• Race: Any sapient species or beings that make up the setting. Players can often choose to be one of these creatures when creating their character and each possess different abilities and attributes that distinguish them from one another. Races can also possess their own ethnicities, types, or other description of their physical and cultural heredity. Role-playing games often include fantasy races, mutants, robots and other non-human character types.[41][3]

S[edit]

Terms used to describe types of games[edit]

F[edit]

  • Free-form role-playing game: A rules-light style of game that mostly uses social dynamics for its game system.[37]

G[edit]

L[edit]

  • Live-action (or LARP): A type of role-playing game physically enacted in a troupe acting style.[3][47]
  • Living campaigns (or shared campaigns): A gaming format within the table-top role-playing game community that provides the opportunity for play by an extended community within a shared universe.[48]

N[edit]

O[edit]

  • Online RPG: A type of computer game that uses RPG-style game mechanics and tropes.[49]

R[edit]

  • Rules-heavy: A game system with heavily codified mechanics, usually encompassing a wide variety of possible actions in a game. The opposite of rules-lite.[50][51][52][53]
  • Rules-lite: A game system that uses very general mechanics, usually more focused on narrative actions in a game. The opposite of rules-heavy.[50][51][52][53]

S[edit]

Terms used by gamers[edit]

B[edit]

  • Blue booking: One or a few of the players describing activities of their characters in written form, outside of the role-playing session, creating a sort of ongoing character history and resolving actions that do not involve the rest of the group.[37]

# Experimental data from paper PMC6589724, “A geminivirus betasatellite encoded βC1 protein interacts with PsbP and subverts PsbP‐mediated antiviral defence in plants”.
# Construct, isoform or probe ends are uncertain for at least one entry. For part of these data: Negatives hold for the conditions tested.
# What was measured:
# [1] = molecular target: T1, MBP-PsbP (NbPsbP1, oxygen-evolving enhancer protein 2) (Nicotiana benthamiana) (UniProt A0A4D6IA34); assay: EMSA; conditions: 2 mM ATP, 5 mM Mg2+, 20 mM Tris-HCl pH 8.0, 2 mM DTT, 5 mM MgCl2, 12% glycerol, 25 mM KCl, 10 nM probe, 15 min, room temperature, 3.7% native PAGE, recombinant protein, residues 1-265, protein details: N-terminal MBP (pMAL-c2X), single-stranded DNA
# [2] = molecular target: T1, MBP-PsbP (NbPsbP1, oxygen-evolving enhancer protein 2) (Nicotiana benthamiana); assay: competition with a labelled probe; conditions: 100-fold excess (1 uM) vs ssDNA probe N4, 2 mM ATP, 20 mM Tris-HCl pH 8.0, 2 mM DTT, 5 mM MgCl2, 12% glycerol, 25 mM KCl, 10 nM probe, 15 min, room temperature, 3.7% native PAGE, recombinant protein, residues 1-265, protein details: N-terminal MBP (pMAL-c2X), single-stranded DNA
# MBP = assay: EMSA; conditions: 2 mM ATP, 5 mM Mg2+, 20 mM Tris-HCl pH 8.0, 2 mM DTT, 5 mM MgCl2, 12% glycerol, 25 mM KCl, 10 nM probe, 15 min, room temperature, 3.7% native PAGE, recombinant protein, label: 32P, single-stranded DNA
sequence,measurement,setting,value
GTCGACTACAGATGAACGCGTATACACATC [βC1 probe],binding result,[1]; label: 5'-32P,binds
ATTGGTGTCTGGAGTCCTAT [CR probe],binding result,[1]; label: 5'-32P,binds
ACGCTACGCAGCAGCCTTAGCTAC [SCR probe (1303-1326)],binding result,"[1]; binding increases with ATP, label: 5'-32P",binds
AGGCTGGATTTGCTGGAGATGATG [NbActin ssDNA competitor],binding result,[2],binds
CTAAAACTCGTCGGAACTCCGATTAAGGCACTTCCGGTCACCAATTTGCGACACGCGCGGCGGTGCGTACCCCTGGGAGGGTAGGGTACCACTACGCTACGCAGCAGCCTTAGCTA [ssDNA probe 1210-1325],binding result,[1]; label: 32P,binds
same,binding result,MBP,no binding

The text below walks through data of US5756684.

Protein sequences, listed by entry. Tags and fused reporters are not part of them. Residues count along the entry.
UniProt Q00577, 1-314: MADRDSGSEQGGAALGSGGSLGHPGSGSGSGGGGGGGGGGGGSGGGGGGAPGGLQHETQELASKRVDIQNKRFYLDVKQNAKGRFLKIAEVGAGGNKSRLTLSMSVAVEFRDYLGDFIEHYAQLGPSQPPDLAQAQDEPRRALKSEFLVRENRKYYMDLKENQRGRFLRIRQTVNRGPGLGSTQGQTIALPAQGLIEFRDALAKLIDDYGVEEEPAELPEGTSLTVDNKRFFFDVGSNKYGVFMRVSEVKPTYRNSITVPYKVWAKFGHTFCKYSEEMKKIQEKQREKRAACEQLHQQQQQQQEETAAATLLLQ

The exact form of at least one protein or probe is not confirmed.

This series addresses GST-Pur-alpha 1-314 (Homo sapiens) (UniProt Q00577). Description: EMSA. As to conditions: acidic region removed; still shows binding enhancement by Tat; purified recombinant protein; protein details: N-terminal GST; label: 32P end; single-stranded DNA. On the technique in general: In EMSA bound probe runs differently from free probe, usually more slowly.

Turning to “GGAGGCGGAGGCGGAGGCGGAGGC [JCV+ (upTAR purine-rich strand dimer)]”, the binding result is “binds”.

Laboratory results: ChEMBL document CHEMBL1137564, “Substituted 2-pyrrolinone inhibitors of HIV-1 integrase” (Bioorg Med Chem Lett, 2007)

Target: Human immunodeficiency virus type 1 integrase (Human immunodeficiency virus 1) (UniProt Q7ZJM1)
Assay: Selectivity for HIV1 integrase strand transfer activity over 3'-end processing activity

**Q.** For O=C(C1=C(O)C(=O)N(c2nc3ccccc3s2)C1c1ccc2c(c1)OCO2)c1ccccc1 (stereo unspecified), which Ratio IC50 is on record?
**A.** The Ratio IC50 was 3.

C[edit]

  • Crunch: The rules and mechanics of a game.[54]

F[edit]

  • Fluff: The setting and ambiance of a game, as distinct from the rules/mechanics, particularly in reference to written descriptive material.[54]

M[edit]

  • Monty haul: A pun on Monty Hall (the former host of Let's Make A Deal), when equipment, abilities, and other rewards are awarded more often than the system intends (or in some cases more often than the system is capable of handling.[55][56]
  • Munchkin: An immature player, especially one who is selfishly focused on dominating play, often by seeking to circumvent the normal limitations placed on characters.[57][55]

P[edit]

R[edit]

  • Rule as Intended (or RAI): The rules with the context of the designers' intent.[58]
  • Rule as Written (or RAW): The rules "without regard to the designers’ intent. The text is forced to stand on its own".[58] Game designer Jeremy Crawford wrote, "In a perfect world, RAW and RAI align perfectly, but sometimes the words on the page don’t succeed at communicating the designers’ intent. Or perhaps the words succeed with one group of players but fail with another".[58]
  • Roll-playing: A derisive term for rules-heavy games, occasionally to the point of requiring players to focus on game mechanics at the expense of role-playing.[59][60]
  • Rules lawyer: A player who strictly adheres to the rules as written, and enforces them among all other players.[61][62]

T[edit]

  • Twink: A player who engages in system mastery with an explicit focus of exploiting powerful abilities. Similar to powergamer.[63][64]

References[edit]